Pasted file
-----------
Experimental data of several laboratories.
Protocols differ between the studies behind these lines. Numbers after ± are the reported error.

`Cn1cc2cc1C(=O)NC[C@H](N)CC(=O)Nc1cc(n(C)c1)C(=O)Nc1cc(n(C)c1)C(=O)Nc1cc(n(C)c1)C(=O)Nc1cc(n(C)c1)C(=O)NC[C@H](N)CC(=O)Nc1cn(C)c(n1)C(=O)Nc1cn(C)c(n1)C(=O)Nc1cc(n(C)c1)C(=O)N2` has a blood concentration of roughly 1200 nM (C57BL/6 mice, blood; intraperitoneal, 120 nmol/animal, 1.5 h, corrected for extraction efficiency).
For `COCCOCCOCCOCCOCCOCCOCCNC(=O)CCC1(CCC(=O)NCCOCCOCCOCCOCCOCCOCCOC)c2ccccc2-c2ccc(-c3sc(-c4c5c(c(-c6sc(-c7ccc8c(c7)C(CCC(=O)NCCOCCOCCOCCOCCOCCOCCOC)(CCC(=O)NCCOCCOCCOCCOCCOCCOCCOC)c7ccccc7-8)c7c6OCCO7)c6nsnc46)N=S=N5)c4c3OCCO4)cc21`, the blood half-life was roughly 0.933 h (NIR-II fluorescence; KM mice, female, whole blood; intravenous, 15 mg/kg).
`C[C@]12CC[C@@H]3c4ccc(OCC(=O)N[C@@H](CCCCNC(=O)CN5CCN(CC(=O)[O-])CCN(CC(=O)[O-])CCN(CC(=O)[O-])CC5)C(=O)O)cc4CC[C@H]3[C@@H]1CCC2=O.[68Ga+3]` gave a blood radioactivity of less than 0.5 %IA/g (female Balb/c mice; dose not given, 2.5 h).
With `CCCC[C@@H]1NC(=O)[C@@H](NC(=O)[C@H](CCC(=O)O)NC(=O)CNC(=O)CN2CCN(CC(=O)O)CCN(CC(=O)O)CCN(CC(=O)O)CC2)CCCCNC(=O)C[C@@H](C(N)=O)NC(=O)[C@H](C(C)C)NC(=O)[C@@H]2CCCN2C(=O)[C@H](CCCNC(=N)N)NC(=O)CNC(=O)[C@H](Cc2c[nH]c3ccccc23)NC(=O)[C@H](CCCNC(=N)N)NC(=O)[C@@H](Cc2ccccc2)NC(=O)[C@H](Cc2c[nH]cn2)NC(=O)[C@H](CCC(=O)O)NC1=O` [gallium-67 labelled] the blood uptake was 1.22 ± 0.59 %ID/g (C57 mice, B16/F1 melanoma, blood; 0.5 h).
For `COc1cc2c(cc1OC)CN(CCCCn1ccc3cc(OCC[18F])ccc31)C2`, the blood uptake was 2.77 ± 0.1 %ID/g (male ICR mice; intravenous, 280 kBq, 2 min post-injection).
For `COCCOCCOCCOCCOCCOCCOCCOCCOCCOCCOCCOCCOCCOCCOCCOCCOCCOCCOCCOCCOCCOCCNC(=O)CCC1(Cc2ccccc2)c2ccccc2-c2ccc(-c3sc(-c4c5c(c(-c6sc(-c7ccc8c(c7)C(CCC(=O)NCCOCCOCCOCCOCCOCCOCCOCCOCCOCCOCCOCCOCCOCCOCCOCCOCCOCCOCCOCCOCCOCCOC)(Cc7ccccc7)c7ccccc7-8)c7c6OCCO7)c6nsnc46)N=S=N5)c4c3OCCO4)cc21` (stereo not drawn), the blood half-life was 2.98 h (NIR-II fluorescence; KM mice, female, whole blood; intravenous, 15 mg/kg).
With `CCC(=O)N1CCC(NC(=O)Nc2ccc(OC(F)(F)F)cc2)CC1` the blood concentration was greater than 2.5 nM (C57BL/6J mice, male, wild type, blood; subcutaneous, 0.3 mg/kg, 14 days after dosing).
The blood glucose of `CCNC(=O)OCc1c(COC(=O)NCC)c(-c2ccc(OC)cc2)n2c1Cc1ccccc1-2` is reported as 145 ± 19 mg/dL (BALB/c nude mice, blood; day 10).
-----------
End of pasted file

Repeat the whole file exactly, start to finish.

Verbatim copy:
Experimental data of several laboratories.
Protocols differ between the studies behind these lines. Numbers after ± are the reported error.

`Cn1cc2cc1C(=O)NC[C@H](N)CC(=O)Nc1cc(n(C)c1)C(=O)Nc1cc(n(C)c1)C(=O)Nc1cc(n(C)c1)C(=O)Nc1cc(n(C)c1)C(=O)NC[C@H](N)CC(=O)Nc1cn(C)c(n1)C(=O)Nc1cn(C)c(n1)C(=O)Nc1cc(n(C)c1)C(=O)N2` has a blood concentration of roughly 1200 nM (C57BL/6 mice, blood; intraperitoneal, 120 nmol/animal, 1.5 h, corrected for extraction efficiency).
For `COCCOCCOCCOCCOCCOCCOCCNC(=O)CCC1(CCC(=O)NCCOCCOCCOCCOCCOCCOCCOC)c2ccccc2-c2ccc(-c3sc(-c4c5c(c(-c6sc(-c7ccc8c(c7)C(CCC(=O)NCCOCCOCCOCCOCCOCCOCCOC)(CCC(=O)NCCOCCOCCOCCOCCOCCOCCOC)c7ccccc7-8)c7c6OCCO7)c6nsnc46)N=S=N5)c4c3OCCO4)cc21`, the blood half-life was roughly 0.933 h (NIR-II fluorescence; KM mice, female, whole blood; intravenous, 15 mg/kg).
`C[C@]12CC[C@@H]3c4ccc(OCC(=O)N[C@@H](CCCCNC(=O)CN5CCN(CC(=O)[O-])CCN(CC(=O)[O-])CCN(CC(=O)[O-])CC5)C(=O)O)cc4CC[C@H]3[C@@H]1CCC2=O.[68Ga+3]` gave a blood radioactivity of less than 0.5 %IA/g (female Balb/c mice; dose not given, 2.5 h).
With `CCCC[C@@H]1NC(=O)[C@@H](NC(=O)[C@H](CCC(=O)O)NC(=O)CNC(=O)CN2CCN(CC(=O)O)CCN(CC(=O)O)CCN(CC(=O)O)CC2)CCCCNC(=O)C[C@@H](C(N)=O)NC(=O)[C@H](C(C)C)NC(=O)[C@@H]2CCCN2C(=O)[C@H](CCCNC(=N)N)NC(=O)CNC(=O)[C@H](Cc2c[nH]c3ccccc23)NC(=O)[C@H](CCCNC(=N)N)NC(=O)[C@@H](Cc2ccccc2)NC(=O)[C@H](Cc2c[nH]cn2)NC(=O)[C@H](CCC(=O)O)NC1=O` [gallium-67 labelled] the blood uptake was 1.22 ± 0.59 %ID/g (C57 mice, B16/F1 melanoma, blood; 0.5 h).
For `COc1cc2c(cc1OC)CN(CCCCn1ccc3cc(OCC[18F])ccc31)C2`, the blood uptake was 2.77 ± 0.1 %ID/g (male ICR mice; intravenous, 280 kBq, 2 min post-injection).
For `COCCOCCOCCOCCOCCOCCOCCOCCOCCOCCOCCOCCOCCOCCOCCOCCOCCOCCOCCOCCOCCOCCNC(=O)CCC1(Cc2ccccc2)c2ccccc2-c2ccc(-c3sc(-c4c5c(c(-c6sc(-c7ccc8c(c7)C(CCC(=O)NCCOCCOCCOCCOCCOCCOCCOCCOCCOCCOCCOCCOCCOCCOCCOCCOCCOCCOCCOCCOCCOCCOC)(Cc7ccccc7)c7ccccc7-8)c7c6OCCO7)c6nsnc46)N=S=N5)c4c3OCCO4)cc21` (stereo not drawn), the blood half-life was 2.98 h (NIR-II fluorescence; KM mice, female, whole blood; intravenous, 15 mg/kg).
With `CCC(=O)N1CCC(NC(=O)Nc2ccc(OC(F)(F)F)cc2)CC1` the blood concentration was greater than 2.5 nM (C57BL/6J mice, male, wild type, blood; subcutaneous, 0.3 mg/kg, 14 days after dosing).
The blood glucose of `CCNC(=O)OCc1c(COC(=O)NCC)c(-c2ccc(OC)cc2)n2c1Cc1ccccc1-2` is reported as 145 ± 19 mg/dL (BALB/c nude mice, blood; day 10).